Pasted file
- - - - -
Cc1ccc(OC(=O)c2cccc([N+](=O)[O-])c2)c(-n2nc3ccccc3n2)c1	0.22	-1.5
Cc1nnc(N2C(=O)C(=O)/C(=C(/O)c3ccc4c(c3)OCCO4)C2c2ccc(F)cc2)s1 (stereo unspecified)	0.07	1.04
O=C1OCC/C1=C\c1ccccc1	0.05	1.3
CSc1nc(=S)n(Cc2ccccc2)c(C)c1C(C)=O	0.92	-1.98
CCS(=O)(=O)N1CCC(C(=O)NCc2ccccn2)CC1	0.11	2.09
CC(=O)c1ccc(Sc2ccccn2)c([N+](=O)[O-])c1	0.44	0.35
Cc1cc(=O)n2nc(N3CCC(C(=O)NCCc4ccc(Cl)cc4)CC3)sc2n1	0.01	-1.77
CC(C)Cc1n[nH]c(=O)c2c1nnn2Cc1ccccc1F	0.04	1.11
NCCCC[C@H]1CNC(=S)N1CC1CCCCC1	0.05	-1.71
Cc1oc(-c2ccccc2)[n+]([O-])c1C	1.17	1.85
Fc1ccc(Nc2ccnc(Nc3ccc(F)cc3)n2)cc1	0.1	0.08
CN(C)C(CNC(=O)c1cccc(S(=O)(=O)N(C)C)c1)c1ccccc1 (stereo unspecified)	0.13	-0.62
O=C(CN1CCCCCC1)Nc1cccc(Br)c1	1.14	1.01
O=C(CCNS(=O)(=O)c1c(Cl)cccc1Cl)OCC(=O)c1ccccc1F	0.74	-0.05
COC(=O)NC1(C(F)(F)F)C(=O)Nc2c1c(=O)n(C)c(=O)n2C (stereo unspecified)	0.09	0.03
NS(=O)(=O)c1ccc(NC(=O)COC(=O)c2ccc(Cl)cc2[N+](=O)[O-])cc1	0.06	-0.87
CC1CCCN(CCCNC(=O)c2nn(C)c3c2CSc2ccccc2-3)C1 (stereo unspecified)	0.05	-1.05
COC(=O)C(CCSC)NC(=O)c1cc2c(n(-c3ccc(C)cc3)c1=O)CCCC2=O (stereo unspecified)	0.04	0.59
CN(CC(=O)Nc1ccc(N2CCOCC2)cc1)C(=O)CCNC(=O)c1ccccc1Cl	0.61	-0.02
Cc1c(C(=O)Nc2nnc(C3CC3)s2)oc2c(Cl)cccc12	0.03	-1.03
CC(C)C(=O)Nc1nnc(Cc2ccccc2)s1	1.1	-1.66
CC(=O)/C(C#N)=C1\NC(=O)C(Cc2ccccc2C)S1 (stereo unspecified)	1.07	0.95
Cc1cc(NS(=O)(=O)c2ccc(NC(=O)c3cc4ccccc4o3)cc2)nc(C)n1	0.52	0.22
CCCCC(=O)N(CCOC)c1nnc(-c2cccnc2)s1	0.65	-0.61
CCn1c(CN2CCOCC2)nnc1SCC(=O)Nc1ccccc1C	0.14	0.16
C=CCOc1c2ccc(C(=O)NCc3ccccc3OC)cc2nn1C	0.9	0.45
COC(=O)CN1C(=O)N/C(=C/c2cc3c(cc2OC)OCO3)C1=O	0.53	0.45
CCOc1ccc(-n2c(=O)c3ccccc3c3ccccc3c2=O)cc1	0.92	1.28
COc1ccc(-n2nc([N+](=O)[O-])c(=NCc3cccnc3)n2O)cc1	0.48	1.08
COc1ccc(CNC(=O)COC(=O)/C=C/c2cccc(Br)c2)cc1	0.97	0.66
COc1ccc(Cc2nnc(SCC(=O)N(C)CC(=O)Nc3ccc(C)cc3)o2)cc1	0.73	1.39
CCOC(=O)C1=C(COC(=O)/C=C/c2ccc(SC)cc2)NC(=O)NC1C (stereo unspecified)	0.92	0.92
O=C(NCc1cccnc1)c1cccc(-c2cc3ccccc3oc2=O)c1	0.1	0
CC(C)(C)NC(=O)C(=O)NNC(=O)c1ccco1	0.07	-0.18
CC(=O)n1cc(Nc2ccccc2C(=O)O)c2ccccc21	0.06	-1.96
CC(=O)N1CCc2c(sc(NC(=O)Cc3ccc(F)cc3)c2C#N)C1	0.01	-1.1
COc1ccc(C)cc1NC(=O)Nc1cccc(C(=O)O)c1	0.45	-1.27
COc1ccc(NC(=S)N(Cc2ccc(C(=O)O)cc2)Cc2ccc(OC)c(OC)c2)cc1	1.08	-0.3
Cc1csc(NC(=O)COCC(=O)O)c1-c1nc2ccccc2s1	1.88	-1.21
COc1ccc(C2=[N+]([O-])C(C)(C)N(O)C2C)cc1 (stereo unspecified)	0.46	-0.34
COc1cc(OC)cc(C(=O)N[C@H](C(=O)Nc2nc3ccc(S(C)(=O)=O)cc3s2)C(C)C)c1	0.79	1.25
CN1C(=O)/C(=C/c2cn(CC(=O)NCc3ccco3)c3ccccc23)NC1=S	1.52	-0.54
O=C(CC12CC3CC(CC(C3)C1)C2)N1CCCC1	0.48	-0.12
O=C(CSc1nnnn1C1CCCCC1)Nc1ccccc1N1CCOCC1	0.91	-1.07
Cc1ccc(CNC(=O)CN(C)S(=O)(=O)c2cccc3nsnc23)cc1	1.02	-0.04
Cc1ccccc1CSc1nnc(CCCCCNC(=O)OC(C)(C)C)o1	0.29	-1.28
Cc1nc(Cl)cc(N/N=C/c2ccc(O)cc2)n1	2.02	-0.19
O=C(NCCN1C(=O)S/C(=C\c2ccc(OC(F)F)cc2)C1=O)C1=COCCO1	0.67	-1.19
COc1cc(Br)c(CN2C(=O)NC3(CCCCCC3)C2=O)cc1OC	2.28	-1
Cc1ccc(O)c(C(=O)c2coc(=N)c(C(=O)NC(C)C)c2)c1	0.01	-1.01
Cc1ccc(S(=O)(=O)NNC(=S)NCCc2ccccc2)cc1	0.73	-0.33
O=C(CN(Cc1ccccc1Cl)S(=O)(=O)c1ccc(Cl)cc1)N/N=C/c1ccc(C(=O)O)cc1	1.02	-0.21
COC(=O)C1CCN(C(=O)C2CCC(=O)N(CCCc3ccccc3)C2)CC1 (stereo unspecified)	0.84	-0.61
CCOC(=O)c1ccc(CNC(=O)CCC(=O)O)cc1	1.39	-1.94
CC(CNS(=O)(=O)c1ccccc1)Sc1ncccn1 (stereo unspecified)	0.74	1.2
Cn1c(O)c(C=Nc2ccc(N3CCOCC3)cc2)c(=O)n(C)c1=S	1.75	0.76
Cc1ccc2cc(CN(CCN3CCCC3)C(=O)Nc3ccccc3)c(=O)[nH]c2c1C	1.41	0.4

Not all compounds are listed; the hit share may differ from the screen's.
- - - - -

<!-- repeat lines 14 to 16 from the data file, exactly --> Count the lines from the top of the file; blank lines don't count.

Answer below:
O=C(CCNS(=O)(=O)c1c(Cl)cccc1Cl)OCC(=O)c1ccccc1F	0.74	-0.05
COC(=O)NC1(C(F)(F)F)C(=O)Nc2c1c(=O)n(C)c(=O)n2C (stereo unspecified)	0.09	0.03
NS(=O)(=O)c1ccc(NC(=O)COC(=O)c2ccc(Cl)cc2[N+](=O)[O-])cc1	0.06	-0.87